There’s one big downside to going DIY, though, Opperman says. Federal regulations limit creditors to one “workout” per consumer every five years, she says. So, if a creditor agrees to lower your interest rate for six months and you’re still struggling at the end of that period, you may not be able to get that account on a DMP through an agency later, she says.
So, consider meeting with a creditor counselor before you make any decisions. “It’s something to talk over with a credit counselor, especially if you have a lot of debt,” Opperman says.
5 steps to a
If you’ve considered all the pros and cons and decided to go the DIY route, here are five steps to take:
- Create a budget. First, draw up a budget to figure out how much you can put toward debt. If you don’t want to use a credit counselor to help you, you can use a budget worksheet, she says. When you call your creditors, mentioning that you’ve put together a budget will show you’ve crunched the numbers and you’re serious about getting out of debt, she says.
- Organize your debts. Make a list of all of your debts, including the name of the creditor, the total balance, the interest rate and the due date, Long recommends. Enter the information into a spreadsheet or organizing tool of your choice.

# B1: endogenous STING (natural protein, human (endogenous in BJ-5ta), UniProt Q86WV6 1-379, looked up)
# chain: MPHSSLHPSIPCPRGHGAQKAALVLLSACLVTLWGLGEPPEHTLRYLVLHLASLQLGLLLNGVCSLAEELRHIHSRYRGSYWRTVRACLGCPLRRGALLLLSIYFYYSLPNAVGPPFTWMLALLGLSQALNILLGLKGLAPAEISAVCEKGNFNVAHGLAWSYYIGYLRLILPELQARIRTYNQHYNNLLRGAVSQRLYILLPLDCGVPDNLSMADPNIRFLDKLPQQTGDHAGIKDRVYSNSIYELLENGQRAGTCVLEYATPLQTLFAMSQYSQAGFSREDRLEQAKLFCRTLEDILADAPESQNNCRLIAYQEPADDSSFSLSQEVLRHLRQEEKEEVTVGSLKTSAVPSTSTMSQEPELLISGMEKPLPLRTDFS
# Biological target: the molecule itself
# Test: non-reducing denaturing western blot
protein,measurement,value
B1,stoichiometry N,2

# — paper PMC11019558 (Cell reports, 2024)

- Call your creditors. Call each creditor on the list and ask for the hardship department. Explain exactly what your financial problem is, whether it’s an illness, a job loss or reduced work hours, Opperman says. “They’re not going to just offer concessions if you don’t have a hardship,” she says. Still, if you’re really struggling, they should be willing to help, says Rob Berger, founder of The Dough Roller, a personal finance site. “In most cases, they’d rather lower interest rates than deal with a default,” he says.